The term “midges” seems to be generic and widely used when it comes to discussing those tiny chironomids (buzzers) that emerge during cold winter months.
The term “midges” seems to be generic and widely used when it comes to discussing those tiny chironomids (buzzers) that emerge during cold winter months. And whilst trout readily accept them, anglers on the other hand seem to ignore their importance. Naturally, small buzzer pupae undergo the same perilous journey as their larger kin. Yet, their smaller size makes them much more vulnerable and because of this they’re often present in substantial numbers. This alone warrants a closer look on our behalf.
A recent visit to Wych Elm Trout Fishery on a clear, crisp winter day resulted in midge action, calling for the use of diminutive patterns. With the hatch expected from lunchtime onwards there was no rush. However, if it’s been a still night, with no wave action to wash adult midges subsurface, chances are there’ll be residue from earlier hatches with causalities from yesterday’s activity still littering the surface. These may have even been pushed to one corner or into bay and its here that trout congregate to sip them down just after first light.
If conditions remain calm then rising trout are best tackled with a single dry midge tethered to a tapered leader of some 14ft, starting with a size 18 or 20 fly. Today there’s a light, changeable breeze, helping emerging midges to break through the film that much quicker and instantly fly to cover. Spotting such tiny dots can be difficult on ruffled water. It’s easy then to assume little if anything is actually happening. However, look hard enough and the evidence is there. Any slight discrepancy or break in the wave pattern singles trout feeding close to the surface. And, if you’re lucky enough a flashing flank of a turning trout might be seen. Inspecting the windward (downwind) shore may also reveal discarded shucks from recently emerged midge. There’s likely to be a few pathetic adults there too, unlucky casualties that didn’t quite make it.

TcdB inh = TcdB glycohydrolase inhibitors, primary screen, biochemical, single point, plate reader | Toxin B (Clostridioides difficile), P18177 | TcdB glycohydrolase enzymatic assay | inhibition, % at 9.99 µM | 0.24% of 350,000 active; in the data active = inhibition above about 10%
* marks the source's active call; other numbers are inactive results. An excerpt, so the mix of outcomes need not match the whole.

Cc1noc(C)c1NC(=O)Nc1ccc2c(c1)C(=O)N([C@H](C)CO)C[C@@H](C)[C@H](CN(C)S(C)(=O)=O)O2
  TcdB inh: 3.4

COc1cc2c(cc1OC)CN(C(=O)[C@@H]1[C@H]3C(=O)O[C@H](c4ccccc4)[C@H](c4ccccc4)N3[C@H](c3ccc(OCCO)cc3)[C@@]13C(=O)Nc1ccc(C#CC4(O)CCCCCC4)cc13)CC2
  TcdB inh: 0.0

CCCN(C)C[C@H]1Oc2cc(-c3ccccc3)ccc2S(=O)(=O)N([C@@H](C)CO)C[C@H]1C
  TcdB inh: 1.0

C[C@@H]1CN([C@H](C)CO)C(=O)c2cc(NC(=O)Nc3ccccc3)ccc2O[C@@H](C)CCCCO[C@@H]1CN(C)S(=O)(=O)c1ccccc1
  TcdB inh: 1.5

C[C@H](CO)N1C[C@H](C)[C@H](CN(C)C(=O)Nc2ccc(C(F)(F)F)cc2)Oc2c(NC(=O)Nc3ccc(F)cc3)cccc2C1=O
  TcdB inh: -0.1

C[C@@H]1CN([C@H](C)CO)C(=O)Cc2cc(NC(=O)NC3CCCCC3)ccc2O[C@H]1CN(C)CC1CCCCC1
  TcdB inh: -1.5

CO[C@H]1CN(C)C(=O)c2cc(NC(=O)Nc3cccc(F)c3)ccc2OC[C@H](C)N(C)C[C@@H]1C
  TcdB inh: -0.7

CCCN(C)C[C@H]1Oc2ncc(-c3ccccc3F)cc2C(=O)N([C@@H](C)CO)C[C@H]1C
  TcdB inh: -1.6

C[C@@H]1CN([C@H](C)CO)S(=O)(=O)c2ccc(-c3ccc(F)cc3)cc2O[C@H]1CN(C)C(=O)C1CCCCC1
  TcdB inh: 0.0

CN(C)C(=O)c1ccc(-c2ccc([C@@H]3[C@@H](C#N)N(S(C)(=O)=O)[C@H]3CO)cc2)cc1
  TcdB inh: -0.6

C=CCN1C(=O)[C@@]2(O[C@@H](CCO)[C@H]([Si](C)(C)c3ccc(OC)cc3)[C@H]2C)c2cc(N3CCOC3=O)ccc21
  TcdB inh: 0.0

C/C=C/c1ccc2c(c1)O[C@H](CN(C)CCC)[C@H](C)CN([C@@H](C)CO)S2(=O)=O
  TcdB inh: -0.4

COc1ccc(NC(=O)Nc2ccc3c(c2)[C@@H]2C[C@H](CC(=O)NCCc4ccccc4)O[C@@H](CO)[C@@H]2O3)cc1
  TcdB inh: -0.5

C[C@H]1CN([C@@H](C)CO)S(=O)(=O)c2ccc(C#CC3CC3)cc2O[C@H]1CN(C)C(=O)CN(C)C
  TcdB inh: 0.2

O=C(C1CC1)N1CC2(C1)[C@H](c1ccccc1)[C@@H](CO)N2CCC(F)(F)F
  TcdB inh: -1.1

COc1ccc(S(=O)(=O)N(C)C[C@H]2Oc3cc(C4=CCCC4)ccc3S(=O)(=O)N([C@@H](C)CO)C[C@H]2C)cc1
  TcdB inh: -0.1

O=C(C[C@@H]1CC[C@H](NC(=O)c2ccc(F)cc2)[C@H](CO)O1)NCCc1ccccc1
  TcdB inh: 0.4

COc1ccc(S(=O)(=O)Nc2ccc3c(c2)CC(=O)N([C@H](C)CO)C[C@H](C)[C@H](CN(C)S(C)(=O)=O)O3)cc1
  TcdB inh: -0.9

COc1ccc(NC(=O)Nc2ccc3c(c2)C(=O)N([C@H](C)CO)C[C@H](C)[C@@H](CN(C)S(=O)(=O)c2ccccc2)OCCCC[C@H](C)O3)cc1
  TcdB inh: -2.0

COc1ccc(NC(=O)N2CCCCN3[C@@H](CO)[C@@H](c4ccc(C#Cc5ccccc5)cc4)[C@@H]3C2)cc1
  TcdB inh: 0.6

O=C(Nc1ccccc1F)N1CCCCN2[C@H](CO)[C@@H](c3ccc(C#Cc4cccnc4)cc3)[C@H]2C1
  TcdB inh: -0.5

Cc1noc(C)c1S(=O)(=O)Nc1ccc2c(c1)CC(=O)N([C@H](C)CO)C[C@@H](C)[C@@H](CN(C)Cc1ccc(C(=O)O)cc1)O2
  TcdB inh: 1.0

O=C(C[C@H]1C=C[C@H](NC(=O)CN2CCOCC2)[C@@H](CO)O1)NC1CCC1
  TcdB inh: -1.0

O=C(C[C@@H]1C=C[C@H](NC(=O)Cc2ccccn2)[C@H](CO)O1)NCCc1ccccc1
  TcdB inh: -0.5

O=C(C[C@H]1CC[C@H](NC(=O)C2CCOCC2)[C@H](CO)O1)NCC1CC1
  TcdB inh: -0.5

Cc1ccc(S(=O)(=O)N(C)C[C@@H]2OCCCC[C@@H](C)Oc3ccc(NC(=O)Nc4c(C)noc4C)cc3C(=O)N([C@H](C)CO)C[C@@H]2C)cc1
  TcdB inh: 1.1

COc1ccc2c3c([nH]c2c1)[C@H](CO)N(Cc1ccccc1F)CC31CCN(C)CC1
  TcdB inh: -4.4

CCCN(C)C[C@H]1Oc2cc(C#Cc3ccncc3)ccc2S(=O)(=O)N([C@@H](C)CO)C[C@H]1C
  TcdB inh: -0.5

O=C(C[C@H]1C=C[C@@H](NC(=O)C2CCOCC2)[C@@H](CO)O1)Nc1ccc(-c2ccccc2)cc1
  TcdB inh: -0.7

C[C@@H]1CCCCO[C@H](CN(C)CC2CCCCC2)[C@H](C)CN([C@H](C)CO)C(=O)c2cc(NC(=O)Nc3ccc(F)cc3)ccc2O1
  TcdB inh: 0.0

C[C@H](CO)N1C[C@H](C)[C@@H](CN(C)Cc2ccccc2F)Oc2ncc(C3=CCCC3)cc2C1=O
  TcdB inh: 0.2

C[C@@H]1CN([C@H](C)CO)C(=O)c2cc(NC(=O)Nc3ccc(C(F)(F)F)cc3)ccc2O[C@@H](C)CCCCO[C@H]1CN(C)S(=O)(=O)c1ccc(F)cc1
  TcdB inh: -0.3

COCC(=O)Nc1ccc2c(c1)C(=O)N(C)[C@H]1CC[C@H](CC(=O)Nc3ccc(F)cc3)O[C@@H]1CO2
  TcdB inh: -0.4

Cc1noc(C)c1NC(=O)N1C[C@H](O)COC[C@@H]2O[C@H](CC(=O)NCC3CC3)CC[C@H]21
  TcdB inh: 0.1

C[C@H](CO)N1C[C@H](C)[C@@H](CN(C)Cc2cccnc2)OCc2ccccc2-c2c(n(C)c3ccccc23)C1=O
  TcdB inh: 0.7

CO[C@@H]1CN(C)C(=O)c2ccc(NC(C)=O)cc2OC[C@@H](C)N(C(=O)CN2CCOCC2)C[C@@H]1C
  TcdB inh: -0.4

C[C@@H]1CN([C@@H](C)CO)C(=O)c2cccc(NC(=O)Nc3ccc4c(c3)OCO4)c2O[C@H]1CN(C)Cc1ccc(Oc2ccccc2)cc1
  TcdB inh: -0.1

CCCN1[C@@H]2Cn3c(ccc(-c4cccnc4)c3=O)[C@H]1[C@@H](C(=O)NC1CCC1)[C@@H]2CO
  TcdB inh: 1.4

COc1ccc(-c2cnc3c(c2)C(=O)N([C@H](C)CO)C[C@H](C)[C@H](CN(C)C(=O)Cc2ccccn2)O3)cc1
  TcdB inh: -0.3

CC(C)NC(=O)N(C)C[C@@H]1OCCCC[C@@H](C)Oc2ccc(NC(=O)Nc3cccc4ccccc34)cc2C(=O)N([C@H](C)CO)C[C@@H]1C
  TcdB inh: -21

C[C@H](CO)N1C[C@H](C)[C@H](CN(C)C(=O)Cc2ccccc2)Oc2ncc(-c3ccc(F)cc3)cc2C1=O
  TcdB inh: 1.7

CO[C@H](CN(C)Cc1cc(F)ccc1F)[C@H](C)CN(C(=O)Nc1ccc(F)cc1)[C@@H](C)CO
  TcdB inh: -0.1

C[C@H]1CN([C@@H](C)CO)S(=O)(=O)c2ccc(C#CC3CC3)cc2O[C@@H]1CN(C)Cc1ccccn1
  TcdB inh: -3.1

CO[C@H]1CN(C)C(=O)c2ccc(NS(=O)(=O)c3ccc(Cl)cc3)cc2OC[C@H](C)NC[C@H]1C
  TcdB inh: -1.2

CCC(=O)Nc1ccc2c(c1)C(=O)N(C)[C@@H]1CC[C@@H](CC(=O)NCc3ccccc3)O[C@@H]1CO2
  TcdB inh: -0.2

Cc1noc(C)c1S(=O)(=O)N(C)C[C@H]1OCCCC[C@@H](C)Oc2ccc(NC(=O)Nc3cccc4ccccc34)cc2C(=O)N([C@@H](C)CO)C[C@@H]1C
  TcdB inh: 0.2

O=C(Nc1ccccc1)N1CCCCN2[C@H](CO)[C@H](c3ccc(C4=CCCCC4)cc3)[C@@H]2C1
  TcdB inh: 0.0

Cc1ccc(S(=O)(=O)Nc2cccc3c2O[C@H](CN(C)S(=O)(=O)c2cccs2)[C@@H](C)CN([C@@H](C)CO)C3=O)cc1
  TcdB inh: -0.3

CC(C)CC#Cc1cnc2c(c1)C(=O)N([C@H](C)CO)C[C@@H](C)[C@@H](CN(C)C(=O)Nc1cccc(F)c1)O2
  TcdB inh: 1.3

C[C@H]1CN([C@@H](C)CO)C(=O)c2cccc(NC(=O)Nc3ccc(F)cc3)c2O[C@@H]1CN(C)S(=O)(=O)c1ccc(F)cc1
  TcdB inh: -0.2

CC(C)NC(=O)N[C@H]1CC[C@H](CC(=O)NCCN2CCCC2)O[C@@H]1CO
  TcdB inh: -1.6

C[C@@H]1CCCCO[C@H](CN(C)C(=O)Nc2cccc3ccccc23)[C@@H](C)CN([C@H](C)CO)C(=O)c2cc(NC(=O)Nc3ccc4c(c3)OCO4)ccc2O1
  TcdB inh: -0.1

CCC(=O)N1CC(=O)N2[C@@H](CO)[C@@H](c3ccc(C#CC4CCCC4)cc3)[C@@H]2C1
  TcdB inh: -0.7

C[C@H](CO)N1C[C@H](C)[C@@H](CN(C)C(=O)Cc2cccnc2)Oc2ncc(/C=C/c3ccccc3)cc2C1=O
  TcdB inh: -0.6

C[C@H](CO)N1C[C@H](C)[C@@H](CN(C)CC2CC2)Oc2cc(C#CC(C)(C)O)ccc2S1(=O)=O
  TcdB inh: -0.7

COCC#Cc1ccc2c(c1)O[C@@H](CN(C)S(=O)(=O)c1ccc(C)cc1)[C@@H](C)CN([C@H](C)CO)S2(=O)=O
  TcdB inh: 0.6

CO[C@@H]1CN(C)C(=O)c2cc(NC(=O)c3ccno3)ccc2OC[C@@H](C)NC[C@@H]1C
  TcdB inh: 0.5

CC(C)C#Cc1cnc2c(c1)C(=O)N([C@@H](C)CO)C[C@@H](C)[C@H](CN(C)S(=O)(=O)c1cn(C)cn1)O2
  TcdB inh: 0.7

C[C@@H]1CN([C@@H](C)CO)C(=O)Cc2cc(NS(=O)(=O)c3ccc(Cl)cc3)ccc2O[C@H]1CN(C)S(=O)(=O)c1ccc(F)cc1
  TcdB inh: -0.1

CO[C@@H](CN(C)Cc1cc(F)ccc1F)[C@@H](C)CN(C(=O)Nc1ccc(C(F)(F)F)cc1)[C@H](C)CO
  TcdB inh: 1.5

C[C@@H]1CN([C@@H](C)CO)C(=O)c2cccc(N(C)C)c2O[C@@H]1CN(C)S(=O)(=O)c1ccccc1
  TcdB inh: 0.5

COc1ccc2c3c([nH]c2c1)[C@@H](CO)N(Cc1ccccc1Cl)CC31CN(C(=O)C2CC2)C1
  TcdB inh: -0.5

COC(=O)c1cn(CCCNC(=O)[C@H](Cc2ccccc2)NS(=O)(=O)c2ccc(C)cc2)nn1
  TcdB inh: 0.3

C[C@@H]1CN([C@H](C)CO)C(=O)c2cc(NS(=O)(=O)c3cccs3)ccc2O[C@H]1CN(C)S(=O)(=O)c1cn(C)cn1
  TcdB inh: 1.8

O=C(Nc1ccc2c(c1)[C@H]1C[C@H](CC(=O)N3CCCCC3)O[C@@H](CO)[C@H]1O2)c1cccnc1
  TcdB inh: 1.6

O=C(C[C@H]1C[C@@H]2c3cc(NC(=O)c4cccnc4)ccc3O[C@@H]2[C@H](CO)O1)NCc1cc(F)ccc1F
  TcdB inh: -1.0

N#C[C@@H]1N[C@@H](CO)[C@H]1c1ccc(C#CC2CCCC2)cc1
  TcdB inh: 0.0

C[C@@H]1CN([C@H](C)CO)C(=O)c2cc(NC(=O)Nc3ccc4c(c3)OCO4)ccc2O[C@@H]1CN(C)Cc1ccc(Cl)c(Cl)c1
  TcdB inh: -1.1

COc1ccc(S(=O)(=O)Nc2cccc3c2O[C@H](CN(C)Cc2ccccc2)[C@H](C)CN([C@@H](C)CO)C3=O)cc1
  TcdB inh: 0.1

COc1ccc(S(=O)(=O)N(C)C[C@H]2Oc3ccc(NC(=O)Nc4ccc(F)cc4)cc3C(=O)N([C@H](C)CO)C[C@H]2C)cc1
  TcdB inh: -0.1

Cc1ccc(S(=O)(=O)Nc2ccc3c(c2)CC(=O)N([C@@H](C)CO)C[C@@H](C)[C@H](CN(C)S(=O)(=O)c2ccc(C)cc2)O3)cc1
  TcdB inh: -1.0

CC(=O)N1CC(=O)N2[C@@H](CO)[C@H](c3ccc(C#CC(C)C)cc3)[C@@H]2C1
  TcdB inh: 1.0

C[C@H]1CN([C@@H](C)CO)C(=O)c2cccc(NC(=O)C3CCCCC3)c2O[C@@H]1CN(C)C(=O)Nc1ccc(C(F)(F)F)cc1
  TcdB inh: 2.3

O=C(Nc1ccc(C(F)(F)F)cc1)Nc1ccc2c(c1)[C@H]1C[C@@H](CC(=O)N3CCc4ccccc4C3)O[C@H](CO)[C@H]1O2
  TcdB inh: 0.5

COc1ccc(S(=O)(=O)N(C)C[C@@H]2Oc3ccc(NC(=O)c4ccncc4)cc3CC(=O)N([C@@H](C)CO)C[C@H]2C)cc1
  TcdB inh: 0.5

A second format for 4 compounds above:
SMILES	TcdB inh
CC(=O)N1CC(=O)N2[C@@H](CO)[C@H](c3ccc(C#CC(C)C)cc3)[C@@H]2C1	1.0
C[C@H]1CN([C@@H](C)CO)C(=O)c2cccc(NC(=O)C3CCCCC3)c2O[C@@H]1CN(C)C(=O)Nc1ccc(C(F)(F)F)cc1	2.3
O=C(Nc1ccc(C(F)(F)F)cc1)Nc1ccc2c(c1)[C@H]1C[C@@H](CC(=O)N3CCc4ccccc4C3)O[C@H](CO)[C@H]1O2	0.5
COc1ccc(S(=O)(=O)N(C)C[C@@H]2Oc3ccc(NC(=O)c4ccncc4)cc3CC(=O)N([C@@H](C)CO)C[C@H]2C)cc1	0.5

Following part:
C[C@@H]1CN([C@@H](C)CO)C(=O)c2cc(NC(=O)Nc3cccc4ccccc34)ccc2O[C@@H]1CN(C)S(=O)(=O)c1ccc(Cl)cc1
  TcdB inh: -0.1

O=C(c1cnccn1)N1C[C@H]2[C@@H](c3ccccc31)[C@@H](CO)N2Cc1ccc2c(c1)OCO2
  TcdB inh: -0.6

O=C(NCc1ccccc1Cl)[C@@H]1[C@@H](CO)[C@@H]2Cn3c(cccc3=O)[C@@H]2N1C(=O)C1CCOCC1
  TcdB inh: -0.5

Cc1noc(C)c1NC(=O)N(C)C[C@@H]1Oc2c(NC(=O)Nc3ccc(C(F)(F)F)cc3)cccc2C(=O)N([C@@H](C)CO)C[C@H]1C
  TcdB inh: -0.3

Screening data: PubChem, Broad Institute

Today, with little showing at the surface on my arrival, a couple of small pupae patterns are a shrewd call. There are two choices available here. Firstly, to present your nymphs in a more usual fashion, on say a 12-14ft leader. Or, as we’re not intending to search deep down, suspend them beneath a dry fly. Referred to as the “duo”, my initial choice will be this New Zealand style of attaching nymphs. Beneath a Klinkhamer I’ll knot on a 4ft tippet with one fly position 2ft away and the other on the point at the full 4ft. Although the dry fly potentially attracts fish, it also serves as a sensitive indicator when trout intercept the subsurface imitations, a great way to exploit the upper layers. If strong winds hamper casting, dropping to a single nymph beneath the Klinkhamer helps avoid tangles. Equally, it can be worth reverting to more recognised nymphing tactics, using a large nymph on the point as an anchor with two smaller patterns attached to droppers.
As ever, look for a cross-wind which affords the nymphs a more natural drift. Initially, adopt a low profile by kneeling to avoid spooky trout feeding close in. Wave action will now “bow” the line and rather than retrieve this, just take up any slack to keep in touch with the flies. Takes to smaller flies tend to be sensitive affairs. Remain vigilant and react quickly to any line movement or slightest twitch of the dry fly. Sweeping the rod sideways, in an upwind direction, rather than striking vertically helps connect with the fish that bit sooner. The upward lift usually involves taking up slack line before tension is gained, allowing trout enough time to “spit” the fly.
Latching onto my large dry fly the first fish is more than welcome and proves that at least some trout might be prepared to look up. Despite this early fish, sport is slow and it’s nearly an hour before further activity. The next trout engulfed my point fly with another succumbing to the middle dropper before a third fish is lost in play. On two occasions the Klinkhamer merely twitched, illustrating how sensitive takes can be. In calm conditions, trout have far longer to inspect our offerings, I imagine they sidle up to the fly before literally inhaling it, rather than the smash and grab takes we experience when retrieving flies at speed. One ploy worth trying is to occasionally pull a foot or two of fly line back during the retrieve. Although creating wake from your dry fly, your nymphs are drawn to the surface in a most attractive manner which can summons a response, somewhat like an induced take!